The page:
Macron hailed Paty as a ‘hero’ for representing the secular, free-thinking values of the French republic, which include a long-cherished right to mock religion.

‘He was killed because Islamists want to take our future,’ Macron said at a memorial for Paty. ‘They will never have it.’

Several suspected Islamic radicals have been arrested in dozens of raids since the murder, and about 50 organisations with alleged links to such individuals have been earmarked for closure by the government.

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34846654 8880199 image a 39 1603715185073

Earlier this month, Macron unveiled a plan to defend France’s secular values against a trend of ‘Islamist separatism’, and described Islam as a religion ‘in crisis’.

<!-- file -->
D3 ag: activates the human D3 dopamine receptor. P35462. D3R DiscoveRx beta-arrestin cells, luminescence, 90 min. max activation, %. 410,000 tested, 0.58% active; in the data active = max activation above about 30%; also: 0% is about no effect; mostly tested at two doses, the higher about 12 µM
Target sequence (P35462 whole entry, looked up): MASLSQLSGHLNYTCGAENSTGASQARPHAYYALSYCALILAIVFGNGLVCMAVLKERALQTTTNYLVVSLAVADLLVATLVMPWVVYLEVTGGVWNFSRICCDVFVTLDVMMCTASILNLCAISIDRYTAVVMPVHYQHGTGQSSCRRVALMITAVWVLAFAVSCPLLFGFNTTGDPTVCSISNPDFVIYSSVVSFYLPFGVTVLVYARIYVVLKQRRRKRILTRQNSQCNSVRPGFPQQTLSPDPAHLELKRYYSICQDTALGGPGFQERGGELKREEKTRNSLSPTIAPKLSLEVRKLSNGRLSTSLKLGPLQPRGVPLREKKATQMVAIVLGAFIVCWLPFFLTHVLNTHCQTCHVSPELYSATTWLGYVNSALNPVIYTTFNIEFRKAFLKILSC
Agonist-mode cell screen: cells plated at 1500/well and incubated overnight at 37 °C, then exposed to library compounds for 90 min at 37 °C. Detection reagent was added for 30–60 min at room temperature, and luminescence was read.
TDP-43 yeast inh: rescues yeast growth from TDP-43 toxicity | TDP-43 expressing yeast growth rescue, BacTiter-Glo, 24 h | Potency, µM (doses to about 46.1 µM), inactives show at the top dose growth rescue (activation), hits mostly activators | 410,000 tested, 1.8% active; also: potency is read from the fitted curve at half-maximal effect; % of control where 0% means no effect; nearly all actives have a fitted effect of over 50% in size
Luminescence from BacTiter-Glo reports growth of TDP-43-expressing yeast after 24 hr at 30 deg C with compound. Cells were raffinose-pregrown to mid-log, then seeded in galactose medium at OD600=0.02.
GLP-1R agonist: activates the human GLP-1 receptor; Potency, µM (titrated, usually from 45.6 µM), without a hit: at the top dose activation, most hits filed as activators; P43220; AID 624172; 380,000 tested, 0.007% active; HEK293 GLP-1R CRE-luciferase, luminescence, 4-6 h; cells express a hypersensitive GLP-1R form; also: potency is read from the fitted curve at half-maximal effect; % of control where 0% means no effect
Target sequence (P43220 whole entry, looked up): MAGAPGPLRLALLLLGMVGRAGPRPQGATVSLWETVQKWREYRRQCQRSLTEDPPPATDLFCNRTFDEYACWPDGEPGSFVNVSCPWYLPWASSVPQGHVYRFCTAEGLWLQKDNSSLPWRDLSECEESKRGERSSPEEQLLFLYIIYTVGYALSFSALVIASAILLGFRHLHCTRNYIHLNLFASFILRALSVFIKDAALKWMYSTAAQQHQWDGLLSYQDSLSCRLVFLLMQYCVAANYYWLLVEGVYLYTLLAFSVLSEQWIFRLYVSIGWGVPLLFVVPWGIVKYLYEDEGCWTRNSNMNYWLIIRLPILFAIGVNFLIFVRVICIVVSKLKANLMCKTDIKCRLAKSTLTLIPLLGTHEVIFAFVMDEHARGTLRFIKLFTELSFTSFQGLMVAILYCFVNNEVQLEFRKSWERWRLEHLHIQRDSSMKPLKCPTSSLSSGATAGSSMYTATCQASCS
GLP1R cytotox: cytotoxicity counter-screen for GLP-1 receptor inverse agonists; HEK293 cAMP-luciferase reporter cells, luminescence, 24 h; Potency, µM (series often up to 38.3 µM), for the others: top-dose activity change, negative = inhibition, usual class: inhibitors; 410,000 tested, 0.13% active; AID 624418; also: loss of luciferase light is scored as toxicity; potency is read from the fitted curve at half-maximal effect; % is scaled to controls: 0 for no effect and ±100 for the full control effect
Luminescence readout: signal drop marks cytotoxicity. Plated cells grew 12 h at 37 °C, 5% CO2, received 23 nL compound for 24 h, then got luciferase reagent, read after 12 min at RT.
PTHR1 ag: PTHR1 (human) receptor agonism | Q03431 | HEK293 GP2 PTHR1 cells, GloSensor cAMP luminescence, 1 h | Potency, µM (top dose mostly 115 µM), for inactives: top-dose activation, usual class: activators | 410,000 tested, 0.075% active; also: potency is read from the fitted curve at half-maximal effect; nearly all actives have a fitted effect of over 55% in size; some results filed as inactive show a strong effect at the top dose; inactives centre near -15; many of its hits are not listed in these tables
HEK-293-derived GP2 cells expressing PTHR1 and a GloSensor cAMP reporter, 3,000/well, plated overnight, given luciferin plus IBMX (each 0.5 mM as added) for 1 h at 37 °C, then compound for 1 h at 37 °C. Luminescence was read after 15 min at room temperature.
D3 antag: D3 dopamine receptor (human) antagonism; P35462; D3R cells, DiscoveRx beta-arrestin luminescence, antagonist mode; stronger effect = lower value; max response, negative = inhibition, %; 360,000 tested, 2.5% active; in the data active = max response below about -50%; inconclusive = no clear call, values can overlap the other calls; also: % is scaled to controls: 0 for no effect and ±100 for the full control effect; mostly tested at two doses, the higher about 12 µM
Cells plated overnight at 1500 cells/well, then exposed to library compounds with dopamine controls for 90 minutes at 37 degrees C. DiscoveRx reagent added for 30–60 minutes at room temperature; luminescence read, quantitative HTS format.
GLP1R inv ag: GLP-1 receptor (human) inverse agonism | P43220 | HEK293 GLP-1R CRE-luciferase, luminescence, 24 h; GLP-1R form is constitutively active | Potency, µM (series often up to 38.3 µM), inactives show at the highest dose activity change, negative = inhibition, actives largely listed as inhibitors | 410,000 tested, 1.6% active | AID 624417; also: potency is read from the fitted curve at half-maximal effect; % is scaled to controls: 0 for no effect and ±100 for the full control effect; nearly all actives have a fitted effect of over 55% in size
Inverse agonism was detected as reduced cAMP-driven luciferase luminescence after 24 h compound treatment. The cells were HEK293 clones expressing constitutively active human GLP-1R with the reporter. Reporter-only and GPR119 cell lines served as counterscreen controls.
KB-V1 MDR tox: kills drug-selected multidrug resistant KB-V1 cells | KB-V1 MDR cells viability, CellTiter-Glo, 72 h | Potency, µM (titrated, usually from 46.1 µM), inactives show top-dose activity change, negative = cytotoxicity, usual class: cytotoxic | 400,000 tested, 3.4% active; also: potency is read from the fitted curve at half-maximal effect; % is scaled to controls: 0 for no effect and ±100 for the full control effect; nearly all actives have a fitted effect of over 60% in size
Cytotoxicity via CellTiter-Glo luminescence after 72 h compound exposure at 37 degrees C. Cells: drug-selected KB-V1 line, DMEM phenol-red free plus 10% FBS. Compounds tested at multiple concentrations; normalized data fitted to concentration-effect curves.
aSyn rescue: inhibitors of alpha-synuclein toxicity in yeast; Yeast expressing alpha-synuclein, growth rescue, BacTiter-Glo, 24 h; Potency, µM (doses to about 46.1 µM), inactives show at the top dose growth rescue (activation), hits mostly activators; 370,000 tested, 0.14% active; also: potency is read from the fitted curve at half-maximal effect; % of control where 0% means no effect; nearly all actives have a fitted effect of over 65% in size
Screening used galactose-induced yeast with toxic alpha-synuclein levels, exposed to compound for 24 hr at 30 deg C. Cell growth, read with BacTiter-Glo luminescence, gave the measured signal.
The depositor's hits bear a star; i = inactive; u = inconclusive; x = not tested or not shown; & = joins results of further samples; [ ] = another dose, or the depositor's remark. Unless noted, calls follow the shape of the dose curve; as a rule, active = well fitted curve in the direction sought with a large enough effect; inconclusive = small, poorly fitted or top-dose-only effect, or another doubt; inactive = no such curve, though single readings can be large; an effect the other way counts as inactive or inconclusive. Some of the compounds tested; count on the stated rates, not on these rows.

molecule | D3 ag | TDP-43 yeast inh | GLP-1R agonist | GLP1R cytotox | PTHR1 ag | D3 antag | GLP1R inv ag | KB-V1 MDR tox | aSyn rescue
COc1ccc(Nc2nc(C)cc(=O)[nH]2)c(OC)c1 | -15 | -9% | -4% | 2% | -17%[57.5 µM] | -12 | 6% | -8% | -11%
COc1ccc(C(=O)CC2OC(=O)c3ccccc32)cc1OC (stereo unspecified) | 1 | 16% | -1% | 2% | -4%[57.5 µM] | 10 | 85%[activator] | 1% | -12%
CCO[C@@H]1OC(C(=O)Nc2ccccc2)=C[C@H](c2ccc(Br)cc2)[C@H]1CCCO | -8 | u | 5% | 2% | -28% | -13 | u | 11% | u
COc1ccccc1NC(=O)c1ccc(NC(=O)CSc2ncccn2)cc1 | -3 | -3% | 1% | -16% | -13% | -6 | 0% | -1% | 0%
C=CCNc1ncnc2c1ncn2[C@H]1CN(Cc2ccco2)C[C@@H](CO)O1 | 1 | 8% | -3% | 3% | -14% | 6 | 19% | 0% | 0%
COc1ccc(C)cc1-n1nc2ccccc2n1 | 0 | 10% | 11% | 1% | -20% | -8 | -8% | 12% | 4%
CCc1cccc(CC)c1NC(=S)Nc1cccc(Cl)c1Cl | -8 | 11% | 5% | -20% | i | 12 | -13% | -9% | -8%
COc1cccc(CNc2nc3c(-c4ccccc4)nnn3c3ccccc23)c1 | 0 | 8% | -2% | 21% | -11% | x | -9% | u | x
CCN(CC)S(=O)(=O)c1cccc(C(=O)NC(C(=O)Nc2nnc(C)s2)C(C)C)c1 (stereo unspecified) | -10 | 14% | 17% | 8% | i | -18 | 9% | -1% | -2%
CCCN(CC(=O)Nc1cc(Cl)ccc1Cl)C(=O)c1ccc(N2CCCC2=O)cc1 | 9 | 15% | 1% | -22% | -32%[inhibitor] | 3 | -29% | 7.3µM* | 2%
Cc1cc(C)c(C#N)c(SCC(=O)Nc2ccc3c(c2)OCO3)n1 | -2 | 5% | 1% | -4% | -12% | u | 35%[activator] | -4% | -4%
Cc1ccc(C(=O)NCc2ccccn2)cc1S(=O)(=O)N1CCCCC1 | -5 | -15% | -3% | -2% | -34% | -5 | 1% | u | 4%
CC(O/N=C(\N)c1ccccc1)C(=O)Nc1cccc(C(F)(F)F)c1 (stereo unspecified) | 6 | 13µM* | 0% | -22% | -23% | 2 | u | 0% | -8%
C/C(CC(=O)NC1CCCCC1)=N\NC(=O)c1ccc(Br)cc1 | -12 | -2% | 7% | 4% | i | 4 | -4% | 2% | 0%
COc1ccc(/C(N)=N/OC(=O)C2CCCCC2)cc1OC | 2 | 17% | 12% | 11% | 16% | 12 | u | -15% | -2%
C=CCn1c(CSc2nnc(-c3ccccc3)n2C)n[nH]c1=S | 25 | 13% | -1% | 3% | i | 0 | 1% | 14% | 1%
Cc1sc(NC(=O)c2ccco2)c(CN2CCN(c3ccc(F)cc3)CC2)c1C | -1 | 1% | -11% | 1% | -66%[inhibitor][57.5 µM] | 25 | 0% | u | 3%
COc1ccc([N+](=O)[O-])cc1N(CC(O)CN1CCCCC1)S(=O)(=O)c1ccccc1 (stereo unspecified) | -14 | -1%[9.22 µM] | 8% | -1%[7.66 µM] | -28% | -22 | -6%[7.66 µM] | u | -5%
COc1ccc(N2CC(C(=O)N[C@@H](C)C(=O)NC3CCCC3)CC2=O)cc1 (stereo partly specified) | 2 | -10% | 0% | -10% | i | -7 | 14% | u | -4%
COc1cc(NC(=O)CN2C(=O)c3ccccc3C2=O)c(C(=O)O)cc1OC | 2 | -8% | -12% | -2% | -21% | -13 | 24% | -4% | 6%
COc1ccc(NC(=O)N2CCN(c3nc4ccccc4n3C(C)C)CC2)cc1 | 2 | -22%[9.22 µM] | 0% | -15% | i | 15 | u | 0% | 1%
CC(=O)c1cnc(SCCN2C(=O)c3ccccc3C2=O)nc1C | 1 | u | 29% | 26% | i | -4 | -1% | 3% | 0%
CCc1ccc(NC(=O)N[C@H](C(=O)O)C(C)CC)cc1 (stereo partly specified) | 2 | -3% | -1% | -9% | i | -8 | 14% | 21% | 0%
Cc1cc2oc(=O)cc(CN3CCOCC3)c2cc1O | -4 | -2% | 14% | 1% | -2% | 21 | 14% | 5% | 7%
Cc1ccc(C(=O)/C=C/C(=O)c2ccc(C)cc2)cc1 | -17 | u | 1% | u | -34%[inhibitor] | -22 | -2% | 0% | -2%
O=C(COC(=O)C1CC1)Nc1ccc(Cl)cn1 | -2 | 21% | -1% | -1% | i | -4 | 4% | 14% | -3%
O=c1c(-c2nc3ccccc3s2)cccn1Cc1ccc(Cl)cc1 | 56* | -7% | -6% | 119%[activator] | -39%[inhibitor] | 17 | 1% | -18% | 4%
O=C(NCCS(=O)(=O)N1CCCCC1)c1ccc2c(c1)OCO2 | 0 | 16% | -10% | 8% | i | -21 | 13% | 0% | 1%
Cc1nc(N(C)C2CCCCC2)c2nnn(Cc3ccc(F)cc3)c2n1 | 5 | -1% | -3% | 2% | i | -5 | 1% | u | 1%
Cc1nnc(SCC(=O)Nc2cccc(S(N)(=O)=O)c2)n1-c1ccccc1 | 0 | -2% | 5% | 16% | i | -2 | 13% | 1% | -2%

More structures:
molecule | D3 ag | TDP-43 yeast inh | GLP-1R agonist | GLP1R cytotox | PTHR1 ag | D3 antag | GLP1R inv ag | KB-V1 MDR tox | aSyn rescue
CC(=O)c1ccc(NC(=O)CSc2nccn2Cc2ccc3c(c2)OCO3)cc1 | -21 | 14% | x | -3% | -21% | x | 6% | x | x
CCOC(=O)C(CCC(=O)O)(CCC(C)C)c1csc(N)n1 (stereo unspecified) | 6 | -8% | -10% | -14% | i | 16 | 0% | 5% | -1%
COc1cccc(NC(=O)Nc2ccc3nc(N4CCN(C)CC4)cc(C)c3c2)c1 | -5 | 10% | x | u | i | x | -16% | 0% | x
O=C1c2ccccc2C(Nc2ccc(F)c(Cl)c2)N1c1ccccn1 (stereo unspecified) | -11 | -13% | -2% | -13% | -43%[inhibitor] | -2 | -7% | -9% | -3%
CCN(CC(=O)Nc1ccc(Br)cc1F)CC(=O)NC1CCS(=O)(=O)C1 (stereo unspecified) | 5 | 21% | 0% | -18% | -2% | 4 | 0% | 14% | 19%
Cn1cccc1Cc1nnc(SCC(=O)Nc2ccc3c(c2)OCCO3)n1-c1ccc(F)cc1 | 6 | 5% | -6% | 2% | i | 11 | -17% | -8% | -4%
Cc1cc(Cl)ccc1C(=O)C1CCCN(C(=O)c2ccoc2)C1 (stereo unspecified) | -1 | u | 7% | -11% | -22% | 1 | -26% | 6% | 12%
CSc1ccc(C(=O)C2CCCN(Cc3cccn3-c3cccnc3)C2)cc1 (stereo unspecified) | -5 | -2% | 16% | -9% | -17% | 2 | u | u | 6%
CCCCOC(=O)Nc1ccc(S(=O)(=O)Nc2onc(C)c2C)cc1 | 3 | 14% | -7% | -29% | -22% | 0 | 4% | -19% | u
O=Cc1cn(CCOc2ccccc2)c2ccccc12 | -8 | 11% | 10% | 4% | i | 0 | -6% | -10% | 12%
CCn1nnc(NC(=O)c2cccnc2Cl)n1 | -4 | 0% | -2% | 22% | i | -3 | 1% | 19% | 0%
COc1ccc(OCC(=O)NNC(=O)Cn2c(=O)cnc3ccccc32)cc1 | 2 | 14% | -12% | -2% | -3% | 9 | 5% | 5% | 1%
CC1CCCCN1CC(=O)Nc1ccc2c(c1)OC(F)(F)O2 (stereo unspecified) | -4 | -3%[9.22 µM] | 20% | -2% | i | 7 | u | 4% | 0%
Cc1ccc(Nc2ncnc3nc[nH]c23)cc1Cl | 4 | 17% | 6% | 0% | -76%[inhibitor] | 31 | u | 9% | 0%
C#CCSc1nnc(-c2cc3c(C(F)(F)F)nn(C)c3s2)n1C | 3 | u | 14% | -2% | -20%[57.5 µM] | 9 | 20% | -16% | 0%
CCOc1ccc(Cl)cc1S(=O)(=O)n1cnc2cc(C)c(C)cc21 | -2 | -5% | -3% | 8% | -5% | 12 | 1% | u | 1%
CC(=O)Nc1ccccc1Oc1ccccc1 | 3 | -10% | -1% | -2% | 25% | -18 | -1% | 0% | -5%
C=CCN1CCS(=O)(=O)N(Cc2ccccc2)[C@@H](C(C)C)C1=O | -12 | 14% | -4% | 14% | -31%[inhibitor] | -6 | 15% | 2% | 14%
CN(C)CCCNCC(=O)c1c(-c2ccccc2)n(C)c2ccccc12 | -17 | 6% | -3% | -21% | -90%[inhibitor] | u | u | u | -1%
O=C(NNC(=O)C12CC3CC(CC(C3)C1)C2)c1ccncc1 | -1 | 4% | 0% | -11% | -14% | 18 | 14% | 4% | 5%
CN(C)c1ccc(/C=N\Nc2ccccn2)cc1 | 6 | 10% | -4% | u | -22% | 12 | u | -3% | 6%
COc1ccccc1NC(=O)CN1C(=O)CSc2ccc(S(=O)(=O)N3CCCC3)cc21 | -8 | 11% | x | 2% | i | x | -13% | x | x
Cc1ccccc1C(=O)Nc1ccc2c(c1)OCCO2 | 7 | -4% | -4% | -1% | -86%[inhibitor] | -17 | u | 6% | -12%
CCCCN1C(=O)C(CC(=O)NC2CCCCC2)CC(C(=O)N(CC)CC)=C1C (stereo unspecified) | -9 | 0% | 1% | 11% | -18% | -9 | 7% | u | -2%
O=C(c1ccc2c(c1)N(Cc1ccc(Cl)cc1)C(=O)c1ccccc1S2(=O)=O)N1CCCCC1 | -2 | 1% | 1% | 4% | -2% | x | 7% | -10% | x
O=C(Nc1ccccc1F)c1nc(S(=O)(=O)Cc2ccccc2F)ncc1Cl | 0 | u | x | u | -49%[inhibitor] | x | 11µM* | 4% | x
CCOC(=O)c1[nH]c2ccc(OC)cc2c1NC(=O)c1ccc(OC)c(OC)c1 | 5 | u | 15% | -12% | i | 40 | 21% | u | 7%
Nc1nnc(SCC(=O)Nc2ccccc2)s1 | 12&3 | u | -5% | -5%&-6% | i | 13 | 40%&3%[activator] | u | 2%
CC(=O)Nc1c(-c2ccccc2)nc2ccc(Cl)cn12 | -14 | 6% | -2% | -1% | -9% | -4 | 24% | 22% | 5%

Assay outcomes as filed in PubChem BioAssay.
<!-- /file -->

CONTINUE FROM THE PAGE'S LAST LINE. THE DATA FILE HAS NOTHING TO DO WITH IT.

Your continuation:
France has in recent years been forced to take a hard look at its core values, perceived by many to be threatened by Islam following a string of jihadist attacks that have killed over 240 people since 2015.

But Macron’s stance has fuelled tension between France and the Muslim world, with Turkish President Recep Tayyip Erdogan telling his counterpart to undergo ‘mental checks’ for treating ‘millions of members from different faith groups this way’.

The comments prompted Paris to recall its envoy to Ankara. 

Pakistani Prime Minister Imran Khan has accused Macron of ‘attacking Islam’.

Maher al-Huli, a leader of the Palestinian Islamist group Hamas, condemned the comments by Macron ‘and whoever offends the Prophet Mohammed, whether through words, actions, gestures or drawings’.